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Resource reservations

Eclipse/BSD applications obtain a desired quality of service by initially acquiring a resource reservation for each required physical resource. Physical resources include CPU, memory, disks, and network interfaces, each managed by a scheduler. A resource reservation specifies a fraction of the resource set aside for exclusive use by one or more processes. Applications can subdivide resource reservations hierarchically. Admission control guarantees that reservations do not exceed resources. Eclipse/BSD's schedulers share fractions of the respective resource fairly among all applications currently using the resource, as explained in the rest of this subsection.

Applications specify resource reservations as directories in a new file system mounted under /reserv. Each independently scheduled resource in the system corresponds to a directory under /reserv: /reserv/cpu (CPU), /reserv/mem (physical memory), /reserv/fxp0 (network interface 0), /reserv/sd0 (disk 0), and so on, as shown in Figure 1. Devices with multiple independently scheduled resources correspond to multiple directories, whereas multiple jointly scheduled resources (e.g., mirrored disks) correspond to a single directory.

Figure 1: Eclipse/BSD's /reserv file system allows applications to create resource reservations.
\centerline{\epsfxsize=\columnwidth \epsfbox{figs/reserv.eps}}\end{figure}

A resource reservation r is called an internal reservation if it can have children, or a queue otherwise. r's parent p is always either /reserv or another reservation for the same resource. Each resource reservation r contains a share file that specifies two values: mr, the minimum absolute value of the resources that r obtains from p, and $\phi_r$, the weight with which r shares p's resources. mr is specified in units appropriate to the respective resource (e.g., SPECint95 for CPU, bytes for physical memory, or Kbps for disk or network interfaces). If p is /reserv, mr = V, the entirety of the resource, and $\phi_r$ is 100%. The amount of resources apportioned to a reservation r, vr, depends dynamically on what reservations actually are being used. Every request arriving at a scheduler must specify a queue for processing that request; the request is said to use that queue. Schedulers enqueue and service in FIFO order requests that use the same queue. A reservation r is said to be busy while there is at least one request that uses r or a descendent of r.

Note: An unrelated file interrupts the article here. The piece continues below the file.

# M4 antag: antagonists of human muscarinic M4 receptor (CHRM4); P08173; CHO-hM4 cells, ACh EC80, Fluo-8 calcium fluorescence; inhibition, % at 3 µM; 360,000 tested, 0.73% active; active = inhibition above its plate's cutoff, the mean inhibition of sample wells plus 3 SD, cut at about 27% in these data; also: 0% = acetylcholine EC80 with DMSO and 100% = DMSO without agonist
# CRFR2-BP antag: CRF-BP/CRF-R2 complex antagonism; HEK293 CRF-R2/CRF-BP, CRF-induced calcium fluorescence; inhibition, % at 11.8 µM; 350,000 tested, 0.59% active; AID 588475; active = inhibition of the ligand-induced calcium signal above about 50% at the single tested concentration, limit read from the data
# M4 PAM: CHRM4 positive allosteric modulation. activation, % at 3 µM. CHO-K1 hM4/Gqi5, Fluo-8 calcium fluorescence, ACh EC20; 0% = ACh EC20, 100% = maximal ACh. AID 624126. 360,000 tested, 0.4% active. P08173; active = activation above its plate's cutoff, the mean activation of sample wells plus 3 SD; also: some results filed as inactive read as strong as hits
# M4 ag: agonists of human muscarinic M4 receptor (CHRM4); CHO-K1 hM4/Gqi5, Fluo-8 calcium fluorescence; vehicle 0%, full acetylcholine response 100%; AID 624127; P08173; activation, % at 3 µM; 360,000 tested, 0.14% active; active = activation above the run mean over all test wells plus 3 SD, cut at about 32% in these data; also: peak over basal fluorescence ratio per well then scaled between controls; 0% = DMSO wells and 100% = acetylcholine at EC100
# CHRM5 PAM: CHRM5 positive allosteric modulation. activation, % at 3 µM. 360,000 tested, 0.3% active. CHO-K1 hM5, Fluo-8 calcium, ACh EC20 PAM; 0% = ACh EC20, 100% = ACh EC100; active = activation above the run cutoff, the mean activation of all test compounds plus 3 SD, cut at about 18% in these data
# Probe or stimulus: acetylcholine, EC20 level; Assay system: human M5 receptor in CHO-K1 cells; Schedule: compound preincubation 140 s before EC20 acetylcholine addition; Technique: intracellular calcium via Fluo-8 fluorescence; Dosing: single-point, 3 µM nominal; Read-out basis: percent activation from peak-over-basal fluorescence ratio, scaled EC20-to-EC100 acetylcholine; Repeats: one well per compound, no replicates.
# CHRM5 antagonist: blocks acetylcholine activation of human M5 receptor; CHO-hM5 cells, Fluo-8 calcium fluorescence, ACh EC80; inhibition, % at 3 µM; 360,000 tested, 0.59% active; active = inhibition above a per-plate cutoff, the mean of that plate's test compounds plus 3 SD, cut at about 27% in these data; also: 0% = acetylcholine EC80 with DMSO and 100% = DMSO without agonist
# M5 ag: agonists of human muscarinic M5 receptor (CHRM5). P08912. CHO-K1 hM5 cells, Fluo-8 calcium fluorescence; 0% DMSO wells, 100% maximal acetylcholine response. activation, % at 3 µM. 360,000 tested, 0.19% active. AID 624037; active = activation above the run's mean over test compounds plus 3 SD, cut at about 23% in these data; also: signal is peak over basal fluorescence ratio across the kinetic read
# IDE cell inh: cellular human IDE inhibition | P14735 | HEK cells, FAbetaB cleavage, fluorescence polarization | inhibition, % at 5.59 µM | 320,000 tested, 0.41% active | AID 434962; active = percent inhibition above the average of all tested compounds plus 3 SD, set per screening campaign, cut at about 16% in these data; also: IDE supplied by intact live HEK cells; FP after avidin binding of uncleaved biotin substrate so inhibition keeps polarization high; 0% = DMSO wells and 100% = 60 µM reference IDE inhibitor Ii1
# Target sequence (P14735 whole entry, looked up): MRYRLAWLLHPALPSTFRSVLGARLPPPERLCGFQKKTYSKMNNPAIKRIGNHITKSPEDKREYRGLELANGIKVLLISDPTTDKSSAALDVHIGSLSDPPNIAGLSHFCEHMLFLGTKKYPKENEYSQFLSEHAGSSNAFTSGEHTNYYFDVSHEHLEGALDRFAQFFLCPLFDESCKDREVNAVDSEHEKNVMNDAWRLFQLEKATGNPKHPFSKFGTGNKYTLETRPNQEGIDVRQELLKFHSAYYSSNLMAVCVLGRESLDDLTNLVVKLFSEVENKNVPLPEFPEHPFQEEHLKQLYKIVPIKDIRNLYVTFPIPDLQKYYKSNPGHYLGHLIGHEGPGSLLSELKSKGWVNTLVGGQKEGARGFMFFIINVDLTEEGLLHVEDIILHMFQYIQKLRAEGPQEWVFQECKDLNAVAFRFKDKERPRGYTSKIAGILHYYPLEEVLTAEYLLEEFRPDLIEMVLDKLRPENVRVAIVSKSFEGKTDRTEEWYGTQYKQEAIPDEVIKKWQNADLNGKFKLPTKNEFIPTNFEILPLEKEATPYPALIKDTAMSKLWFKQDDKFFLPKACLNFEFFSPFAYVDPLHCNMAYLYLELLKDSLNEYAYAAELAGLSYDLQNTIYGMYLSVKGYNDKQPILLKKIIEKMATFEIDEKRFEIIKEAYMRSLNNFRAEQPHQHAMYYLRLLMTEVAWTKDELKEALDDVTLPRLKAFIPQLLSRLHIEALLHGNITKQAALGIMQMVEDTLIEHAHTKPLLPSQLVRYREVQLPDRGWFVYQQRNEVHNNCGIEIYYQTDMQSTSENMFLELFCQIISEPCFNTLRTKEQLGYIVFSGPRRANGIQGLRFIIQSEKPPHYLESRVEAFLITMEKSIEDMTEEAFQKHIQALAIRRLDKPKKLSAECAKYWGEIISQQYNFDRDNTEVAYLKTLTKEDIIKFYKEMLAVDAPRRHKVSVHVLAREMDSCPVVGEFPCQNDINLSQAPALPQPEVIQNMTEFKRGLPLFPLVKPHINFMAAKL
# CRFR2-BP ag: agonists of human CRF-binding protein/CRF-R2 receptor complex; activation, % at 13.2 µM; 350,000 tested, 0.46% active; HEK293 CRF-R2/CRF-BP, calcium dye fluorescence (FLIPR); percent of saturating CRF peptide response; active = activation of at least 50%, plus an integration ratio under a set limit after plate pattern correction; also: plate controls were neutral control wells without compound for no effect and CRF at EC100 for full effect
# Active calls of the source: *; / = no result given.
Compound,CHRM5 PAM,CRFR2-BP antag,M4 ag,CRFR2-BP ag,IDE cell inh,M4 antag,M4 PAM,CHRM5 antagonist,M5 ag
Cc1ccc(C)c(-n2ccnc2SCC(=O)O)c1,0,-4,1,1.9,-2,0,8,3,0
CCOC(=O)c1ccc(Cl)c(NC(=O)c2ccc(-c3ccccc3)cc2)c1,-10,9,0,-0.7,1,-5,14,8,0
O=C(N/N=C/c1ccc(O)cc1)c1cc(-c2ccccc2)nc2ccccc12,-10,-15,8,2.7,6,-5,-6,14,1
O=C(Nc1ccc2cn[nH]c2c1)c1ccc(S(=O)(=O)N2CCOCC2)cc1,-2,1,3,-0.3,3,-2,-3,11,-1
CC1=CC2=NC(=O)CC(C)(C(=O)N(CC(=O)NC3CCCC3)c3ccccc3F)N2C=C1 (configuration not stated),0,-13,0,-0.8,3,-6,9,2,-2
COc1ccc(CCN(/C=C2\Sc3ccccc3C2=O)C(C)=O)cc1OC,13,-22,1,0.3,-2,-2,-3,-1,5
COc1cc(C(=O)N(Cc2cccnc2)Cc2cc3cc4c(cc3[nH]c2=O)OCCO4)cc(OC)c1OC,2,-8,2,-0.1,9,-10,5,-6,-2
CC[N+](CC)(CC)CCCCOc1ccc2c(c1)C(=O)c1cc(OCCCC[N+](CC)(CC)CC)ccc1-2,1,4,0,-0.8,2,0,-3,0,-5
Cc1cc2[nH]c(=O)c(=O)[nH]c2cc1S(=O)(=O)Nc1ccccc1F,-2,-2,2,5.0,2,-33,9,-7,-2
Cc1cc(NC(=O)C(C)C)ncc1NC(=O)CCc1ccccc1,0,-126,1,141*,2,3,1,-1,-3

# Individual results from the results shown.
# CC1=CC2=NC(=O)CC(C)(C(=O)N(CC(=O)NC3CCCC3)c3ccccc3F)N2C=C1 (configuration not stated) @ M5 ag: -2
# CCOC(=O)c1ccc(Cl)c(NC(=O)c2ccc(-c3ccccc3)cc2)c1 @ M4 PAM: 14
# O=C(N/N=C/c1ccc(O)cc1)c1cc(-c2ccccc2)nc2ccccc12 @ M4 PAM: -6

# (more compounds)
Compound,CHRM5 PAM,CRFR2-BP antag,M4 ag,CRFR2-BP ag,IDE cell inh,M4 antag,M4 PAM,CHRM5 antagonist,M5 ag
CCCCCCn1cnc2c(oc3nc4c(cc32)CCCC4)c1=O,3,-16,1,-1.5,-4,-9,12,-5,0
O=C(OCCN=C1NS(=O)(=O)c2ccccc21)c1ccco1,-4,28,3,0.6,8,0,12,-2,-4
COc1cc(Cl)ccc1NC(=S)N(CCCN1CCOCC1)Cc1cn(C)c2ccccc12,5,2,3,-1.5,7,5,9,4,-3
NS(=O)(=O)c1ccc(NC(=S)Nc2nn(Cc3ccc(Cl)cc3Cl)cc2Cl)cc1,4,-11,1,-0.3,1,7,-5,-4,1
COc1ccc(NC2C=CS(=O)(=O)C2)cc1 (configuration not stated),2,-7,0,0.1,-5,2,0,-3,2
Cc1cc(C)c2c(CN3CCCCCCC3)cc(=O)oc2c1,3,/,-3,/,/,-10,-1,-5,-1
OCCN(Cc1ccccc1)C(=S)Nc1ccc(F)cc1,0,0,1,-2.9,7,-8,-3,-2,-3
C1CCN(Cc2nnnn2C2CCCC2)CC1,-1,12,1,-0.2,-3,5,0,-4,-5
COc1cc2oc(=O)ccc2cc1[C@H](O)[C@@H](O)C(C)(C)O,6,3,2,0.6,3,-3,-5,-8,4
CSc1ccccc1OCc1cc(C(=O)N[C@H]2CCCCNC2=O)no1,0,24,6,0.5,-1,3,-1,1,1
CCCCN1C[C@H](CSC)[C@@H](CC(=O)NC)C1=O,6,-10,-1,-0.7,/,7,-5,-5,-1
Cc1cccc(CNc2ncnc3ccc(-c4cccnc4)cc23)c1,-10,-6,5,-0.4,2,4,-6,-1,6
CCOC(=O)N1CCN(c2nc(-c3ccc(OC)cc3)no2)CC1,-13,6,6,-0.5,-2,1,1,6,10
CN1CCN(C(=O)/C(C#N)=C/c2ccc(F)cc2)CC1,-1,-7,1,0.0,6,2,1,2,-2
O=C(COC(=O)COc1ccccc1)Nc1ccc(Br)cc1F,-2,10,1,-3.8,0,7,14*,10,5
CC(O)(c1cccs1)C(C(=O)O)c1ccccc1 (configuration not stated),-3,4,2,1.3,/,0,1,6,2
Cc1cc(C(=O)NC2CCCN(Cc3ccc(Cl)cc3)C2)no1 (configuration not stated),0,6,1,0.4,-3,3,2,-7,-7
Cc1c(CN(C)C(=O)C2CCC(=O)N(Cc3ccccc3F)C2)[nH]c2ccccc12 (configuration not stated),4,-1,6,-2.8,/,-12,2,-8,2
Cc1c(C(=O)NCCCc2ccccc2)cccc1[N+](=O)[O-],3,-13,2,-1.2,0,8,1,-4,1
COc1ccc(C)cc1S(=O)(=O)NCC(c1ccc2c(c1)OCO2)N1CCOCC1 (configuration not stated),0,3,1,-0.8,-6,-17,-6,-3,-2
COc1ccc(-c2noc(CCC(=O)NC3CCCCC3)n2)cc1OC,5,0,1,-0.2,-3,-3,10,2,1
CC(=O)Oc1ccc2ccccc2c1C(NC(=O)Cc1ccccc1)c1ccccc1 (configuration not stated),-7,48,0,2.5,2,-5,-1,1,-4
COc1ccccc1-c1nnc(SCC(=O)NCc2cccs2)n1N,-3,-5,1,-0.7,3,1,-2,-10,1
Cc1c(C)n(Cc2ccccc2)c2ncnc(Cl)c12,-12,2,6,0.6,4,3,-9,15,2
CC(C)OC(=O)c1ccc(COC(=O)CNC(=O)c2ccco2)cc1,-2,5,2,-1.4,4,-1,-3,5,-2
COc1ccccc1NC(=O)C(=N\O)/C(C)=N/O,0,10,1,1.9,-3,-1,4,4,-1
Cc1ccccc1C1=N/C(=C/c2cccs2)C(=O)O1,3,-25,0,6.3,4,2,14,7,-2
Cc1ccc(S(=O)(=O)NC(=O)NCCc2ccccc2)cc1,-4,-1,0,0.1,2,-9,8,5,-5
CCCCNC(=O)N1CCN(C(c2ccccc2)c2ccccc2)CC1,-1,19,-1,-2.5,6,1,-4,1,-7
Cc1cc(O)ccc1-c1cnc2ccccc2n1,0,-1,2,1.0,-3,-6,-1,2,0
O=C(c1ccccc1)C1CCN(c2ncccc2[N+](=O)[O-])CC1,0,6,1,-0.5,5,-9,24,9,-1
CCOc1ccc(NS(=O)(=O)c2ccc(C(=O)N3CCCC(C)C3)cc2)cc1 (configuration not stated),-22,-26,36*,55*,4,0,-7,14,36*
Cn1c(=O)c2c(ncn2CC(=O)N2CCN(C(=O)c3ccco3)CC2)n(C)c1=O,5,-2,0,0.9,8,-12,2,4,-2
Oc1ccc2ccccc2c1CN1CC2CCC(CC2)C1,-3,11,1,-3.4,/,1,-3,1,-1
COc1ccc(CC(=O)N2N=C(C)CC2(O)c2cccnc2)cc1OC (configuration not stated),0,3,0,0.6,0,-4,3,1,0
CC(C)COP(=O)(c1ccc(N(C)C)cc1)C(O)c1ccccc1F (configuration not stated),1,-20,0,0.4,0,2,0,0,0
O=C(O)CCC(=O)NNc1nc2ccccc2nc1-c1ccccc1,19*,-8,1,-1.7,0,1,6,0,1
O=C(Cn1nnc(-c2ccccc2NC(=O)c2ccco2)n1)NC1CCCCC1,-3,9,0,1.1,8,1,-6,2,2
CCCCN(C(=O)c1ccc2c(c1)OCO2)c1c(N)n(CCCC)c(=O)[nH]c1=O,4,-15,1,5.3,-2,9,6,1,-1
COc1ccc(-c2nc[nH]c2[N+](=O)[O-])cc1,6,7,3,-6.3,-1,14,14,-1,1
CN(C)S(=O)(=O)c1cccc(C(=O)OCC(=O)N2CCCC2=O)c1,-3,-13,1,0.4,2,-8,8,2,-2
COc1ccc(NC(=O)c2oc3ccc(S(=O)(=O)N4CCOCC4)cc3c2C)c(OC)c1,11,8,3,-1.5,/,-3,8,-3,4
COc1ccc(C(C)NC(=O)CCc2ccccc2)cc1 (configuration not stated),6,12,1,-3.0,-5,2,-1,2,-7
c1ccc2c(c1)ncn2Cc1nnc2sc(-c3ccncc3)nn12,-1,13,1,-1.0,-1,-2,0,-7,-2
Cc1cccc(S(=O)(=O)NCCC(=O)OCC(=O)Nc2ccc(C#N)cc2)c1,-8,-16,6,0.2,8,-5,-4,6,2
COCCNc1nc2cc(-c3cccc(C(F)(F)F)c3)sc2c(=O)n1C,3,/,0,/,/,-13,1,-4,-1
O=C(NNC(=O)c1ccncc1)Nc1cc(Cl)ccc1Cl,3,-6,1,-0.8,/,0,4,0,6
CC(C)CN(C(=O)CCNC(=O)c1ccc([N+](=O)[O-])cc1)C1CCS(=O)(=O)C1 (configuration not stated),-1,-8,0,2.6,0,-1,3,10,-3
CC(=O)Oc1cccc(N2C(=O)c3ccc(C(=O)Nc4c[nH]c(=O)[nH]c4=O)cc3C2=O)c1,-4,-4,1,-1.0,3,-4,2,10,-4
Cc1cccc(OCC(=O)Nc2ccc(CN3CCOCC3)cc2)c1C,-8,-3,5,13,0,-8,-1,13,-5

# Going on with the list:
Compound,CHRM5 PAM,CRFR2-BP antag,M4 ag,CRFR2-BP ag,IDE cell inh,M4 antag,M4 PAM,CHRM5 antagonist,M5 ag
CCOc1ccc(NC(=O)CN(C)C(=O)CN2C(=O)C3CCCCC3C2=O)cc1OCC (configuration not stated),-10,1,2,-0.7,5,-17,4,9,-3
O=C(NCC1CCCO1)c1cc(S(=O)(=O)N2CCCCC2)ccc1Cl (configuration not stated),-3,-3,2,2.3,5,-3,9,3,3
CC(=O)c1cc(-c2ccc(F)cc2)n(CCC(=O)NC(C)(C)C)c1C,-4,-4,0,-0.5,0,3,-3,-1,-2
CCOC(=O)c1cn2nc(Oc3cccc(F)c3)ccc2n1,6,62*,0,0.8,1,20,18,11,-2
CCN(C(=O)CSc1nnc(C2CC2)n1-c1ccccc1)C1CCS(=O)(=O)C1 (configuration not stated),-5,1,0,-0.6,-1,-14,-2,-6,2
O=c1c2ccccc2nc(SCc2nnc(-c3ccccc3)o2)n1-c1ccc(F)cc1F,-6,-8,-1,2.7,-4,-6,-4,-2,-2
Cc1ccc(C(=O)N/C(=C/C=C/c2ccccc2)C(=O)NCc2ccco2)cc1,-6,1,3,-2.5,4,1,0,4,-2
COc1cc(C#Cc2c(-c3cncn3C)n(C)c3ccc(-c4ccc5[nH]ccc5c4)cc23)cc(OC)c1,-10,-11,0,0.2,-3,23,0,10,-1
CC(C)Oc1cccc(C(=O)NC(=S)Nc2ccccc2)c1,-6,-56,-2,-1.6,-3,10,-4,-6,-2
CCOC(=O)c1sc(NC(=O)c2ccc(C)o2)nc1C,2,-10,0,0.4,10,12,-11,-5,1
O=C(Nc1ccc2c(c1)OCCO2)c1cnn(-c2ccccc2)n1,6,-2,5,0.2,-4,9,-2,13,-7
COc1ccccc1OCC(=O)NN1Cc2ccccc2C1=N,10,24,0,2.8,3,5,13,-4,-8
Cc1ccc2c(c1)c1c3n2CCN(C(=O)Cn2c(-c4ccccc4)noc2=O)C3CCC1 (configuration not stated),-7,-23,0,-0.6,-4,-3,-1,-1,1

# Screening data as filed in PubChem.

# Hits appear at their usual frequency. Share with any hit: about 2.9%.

If a resource reservation r is internal, then it also contains the files newreserv and newqueue. By opening either of these files, an application creates an internal reservation or queue that is r's child, respectively. The open call returns the file descriptor of the newly created share file, initialized with mr = 0 and $\phi_r = 0$. Internal reservations thus created are consecutively numbered r0, r1, and so on, whereas queues are numbered q0, q1, and so on.

If resource reservation r is a queue, then it also contains the file backlog. Writing into backlog clears the number of requests served and amount of service provided and sets the maximum number of requests and amount of service that may concurrently be waiting in the queue. Reading from backlog returns the number of requests served and the amount of service provided (in units appropriate to the respective resource, e.g. CPU time or bytes).

Eclipse/BSD prevents reservations from exceeding resources as follows. Let Sp be the set of p's children and $M_{S_p} = \sum_{i \in S_p} m_i$. Then writing into the share file of $r \in S_p$ is subject to the following admission control rule: the call fails if p is /reserv (i.e., the entirety of the resource has a fixed value), mp < MSp (i.e., a parent's minimum resources must at least equal the sum of its children's minima after the attempted write), or $\phi_r < 0$(i.e., weights must be non-negative).

Eclipse/BSD shares resources fairly according to the weights of the busy reservations. If reservation r is not busy, then its apportionment is vr = 0. Otherwise, let p be the parent of r, Bp be the set of p's busy children, and $\Phi_{B_p} = \sum_{i \in B_p} \phi_i$.If p is /reserv, then:

vr = V (1)

where V is the entirety of the resource, else:  
v_r = \frac{\phi_r}{\Phi_{B_p}} v_p\end{displaymath} (2)

next up previous
Next: Reservation domains and root Up: Resource management model Previous: Resource management model
Jose Brustoloni